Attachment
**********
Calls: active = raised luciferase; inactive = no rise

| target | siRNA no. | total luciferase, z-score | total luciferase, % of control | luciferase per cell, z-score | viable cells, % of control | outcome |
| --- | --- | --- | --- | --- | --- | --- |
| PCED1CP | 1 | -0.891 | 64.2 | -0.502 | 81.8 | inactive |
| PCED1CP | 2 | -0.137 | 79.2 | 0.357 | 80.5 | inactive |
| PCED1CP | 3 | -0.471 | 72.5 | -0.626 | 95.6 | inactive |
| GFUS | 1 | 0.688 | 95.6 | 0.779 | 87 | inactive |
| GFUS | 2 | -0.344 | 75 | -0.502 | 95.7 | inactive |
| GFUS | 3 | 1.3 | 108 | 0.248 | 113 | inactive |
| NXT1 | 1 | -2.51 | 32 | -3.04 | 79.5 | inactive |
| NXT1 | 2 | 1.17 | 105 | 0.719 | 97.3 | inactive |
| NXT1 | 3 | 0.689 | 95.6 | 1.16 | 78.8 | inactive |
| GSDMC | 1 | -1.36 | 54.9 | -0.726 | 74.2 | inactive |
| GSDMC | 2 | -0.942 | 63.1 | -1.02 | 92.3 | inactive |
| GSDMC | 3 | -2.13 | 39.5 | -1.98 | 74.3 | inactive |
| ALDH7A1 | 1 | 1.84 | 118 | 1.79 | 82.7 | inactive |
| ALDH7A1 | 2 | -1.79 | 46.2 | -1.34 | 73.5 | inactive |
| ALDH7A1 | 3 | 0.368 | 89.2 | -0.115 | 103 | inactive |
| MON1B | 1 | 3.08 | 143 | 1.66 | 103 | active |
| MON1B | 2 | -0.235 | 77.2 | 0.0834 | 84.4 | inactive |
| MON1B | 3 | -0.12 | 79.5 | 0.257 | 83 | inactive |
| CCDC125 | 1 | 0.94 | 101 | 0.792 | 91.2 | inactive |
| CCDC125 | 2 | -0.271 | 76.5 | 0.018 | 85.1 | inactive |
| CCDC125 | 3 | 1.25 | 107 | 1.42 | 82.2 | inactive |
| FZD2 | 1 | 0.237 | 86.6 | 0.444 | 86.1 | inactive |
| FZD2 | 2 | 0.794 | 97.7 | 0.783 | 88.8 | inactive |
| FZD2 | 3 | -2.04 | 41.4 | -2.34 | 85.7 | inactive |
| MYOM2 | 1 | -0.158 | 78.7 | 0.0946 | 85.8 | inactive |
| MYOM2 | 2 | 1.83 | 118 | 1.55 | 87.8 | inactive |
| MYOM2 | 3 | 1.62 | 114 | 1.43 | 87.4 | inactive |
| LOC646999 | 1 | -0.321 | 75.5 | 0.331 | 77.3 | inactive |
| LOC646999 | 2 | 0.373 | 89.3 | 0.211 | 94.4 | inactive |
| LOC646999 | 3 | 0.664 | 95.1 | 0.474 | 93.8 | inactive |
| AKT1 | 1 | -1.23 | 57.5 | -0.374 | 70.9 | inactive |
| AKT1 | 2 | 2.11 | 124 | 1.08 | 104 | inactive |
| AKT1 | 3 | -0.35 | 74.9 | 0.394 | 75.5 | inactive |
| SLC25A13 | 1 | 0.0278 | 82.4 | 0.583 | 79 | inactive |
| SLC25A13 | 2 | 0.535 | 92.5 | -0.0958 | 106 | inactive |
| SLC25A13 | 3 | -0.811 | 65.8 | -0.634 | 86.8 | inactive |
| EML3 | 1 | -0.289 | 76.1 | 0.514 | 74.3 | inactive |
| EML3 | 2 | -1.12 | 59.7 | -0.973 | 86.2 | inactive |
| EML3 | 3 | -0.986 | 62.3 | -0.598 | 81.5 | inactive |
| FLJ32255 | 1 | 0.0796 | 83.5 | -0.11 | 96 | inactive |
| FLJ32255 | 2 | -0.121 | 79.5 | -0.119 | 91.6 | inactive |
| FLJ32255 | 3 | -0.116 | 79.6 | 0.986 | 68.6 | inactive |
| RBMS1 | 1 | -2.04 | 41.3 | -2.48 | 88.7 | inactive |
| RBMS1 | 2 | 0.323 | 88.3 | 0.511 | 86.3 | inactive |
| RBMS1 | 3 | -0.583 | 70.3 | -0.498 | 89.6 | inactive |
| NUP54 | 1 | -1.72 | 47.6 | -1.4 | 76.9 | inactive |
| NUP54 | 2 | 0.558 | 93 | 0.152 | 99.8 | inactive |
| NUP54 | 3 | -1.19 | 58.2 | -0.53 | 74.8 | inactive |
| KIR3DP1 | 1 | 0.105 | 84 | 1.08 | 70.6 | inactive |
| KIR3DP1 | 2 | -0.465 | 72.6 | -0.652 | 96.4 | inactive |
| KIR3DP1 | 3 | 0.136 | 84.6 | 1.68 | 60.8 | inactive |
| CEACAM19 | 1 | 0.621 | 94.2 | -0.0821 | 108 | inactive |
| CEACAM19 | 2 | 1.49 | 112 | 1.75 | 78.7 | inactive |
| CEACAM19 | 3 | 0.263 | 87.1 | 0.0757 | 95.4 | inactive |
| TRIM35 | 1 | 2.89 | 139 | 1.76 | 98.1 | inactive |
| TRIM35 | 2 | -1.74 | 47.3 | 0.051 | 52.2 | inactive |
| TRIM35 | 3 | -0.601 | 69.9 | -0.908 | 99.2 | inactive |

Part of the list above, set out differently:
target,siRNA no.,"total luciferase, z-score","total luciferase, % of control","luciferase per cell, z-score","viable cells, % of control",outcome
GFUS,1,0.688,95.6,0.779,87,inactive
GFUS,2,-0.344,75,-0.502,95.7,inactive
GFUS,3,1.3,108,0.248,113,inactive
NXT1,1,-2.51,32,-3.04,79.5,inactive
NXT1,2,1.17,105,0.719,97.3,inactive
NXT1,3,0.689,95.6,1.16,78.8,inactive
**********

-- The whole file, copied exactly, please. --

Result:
Calls: active = raised luciferase; inactive = no rise

| target | siRNA no. | total luciferase, z-score | total luciferase, % of control | luciferase per cell, z-score | viable cells, % of control | outcome |
| --- | --- | --- | --- | --- | --- | --- |
| PCED1CP | 1 | -0.891 | 64.2 | -0.502 | 81.8 | inactive |
| PCED1CP | 2 | -0.137 | 79.2 | 0.357 | 80.5 | inactive |
| PCED1CP | 3 | -0.471 | 72.5 | -0.626 | 95.6 | inactive |
| GFUS | 1 | 0.688 | 95.6 | 0.779 | 87 | inactive |
| GFUS | 2 | -0.344 | 75 | -0.502 | 95.7 | inactive |
| GFUS | 3 | 1.3 | 108 | 0.248 | 113 | inactive |
| NXT1 | 1 | -2.51 | 32 | -3.04 | 79.5 | inactive |
| NXT1 | 2 | 1.17 | 105 | 0.719 | 97.3 | inactive |
| NXT1 | 3 | 0.689 | 95.6 | 1.16 | 78.8 | inactive |
| GSDMC | 1 | -1.36 | 54.9 | -0.726 | 74.2 | inactive |
| GSDMC | 2 | -0.942 | 63.1 | -1.02 | 92.3 | inactive |
| GSDMC | 3 | -2.13 | 39.5 | -1.98 | 74.3 | inactive |
| ALDH7A1 | 1 | 1.84 | 118 | 1.79 | 82.7 | inactive |
| ALDH7A1 | 2 | -1.79 | 46.2 | -1.34 | 73.5 | inactive |
| ALDH7A1 | 3 | 0.368 | 89.2 | -0.115 | 103 | inactive |
| MON1B | 1 | 3.08 | 143 | 1.66 | 103 | active |
| MON1B | 2 | -0.235 | 77.2 | 0.0834 | 84.4 | inactive |
| MON1B | 3 | -0.12 | 79.5 | 0.257 | 83 | inactive |
| CCDC125 | 1 | 0.94 | 101 | 0.792 | 91.2 | inactive |
| CCDC125 | 2 | -0.271 | 76.5 | 0.018 | 85.1 | inactive |
| CCDC125 | 3 | 1.25 | 107 | 1.42 | 82.2 | inactive |
| FZD2 | 1 | 0.237 | 86.6 | 0.444 | 86.1 | inactive |
| FZD2 | 2 | 0.794 | 97.7 | 0.783 | 88.8 | inactive |
| FZD2 | 3 | -2.04 | 41.4 | -2.34 | 85.7 | inactive |
| MYOM2 | 1 | -0.158 | 78.7 | 0.0946 | 85.8 | inactive |
| MYOM2 | 2 | 1.83 | 118 | 1.55 | 87.8 | inactive |
| MYOM2 | 3 | 1.62 | 114 | 1.43 | 87.4 | inactive |
| LOC646999 | 1 | -0.321 | 75.5 | 0.331 | 77.3 | inactive |
| LOC646999 | 2 | 0.373 | 89.3 | 0.211 | 94.4 | inactive |
| LOC646999 | 3 | 0.664 | 95.1 | 0.474 | 93.8 | inactive |
| AKT1 | 1 | -1.23 | 57.5 | -0.374 | 70.9 | inactive |
| AKT1 | 2 | 2.11 | 124 | 1.08 | 104 | inactive |
| AKT1 | 3 | -0.35 | 74.9 | 0.394 | 75.5 | inactive |
| SLC25A13 | 1 | 0.0278 | 82.4 | 0.583 | 79 | inactive |
| SLC25A13 | 2 | 0.535 | 92.5 | -0.0958 | 106 | inactive |
| SLC25A13 | 3 | -0.811 | 65.8 | -0.634 | 86.8 | inactive |
| EML3 | 1 | -0.289 | 76.1 | 0.514 | 74.3 | inactive |
| EML3 | 2 | -1.12 | 59.7 | -0.973 | 86.2 | inactive |
| EML3 | 3 | -0.986 | 62.3 | -0.598 | 81.5 | inactive |
| FLJ32255 | 1 | 0.0796 | 83.5 | -0.11 | 96 | inactive |
| FLJ32255 | 2 | -0.121 | 79.5 | -0.119 | 91.6 | inactive |
| FLJ32255 | 3 | -0.116 | 79.6 | 0.986 | 68.6 | inactive |
| RBMS1 | 1 | -2.04 | 41.3 | -2.48 | 88.7 | inactive |
| RBMS1 | 2 | 0.323 | 88.3 | 0.511 | 86.3 | inactive |
| RBMS1 | 3 | -0.583 | 70.3 | -0.498 | 89.6 | inactive |
| NUP54 | 1 | -1.72 | 47.6 | -1.4 | 76.9 | inactive |
| NUP54 | 2 | 0.558 | 93 | 0.152 | 99.8 | inactive |
| NUP54 | 3 | -1.19 | 58.2 | -0.53 | 74.8 | inactive |
| KIR3DP1 | 1 | 0.105 | 84 | 1.08 | 70.6 | inactive |
| KIR3DP1 | 2 | -0.465 | 72.6 | -0.652 | 96.4 | inactive |
| KIR3DP1 | 3 | 0.136 | 84.6 | 1.68 | 60.8 | inactive |
| CEACAM19 | 1 | 0.621 | 94.2 | -0.0821 | 108 | inactive |
| CEACAM19 | 2 | 1.49 | 112 | 1.75 | 78.7 | inactive |
| CEACAM19 | 3 | 0.263 | 87.1 | 0.0757 | 95.4 | inactive |
| TRIM35 | 1 | 2.89 | 139 | 1.76 | 98.1 | inactive |
| TRIM35 | 2 | -1.74 | 47.3 | 0.051 | 52.2 | inactive |
| TRIM35 | 3 | -0.601 | 69.9 | -0.908 | 99.2 | inactive |

Part of the list above, set out differently:
target,siRNA no.,"total luciferase, z-score","total luciferase, % of control","luciferase per cell, z-score","viable cells, % of control",outcome
GFUS,1,0.688,95.6,0.779,87,inactive
GFUS,2,-0.344,75,-0.502,95.7,inactive
GFUS,3,1.3,108,0.248,113,inactive
NXT1,1,-2.51,32,-3.04,79.5,inactive
NXT1,2,1.17,105,0.719,97.3,inactive
NXT1,3,0.689,95.6,1.16,78.8,inactive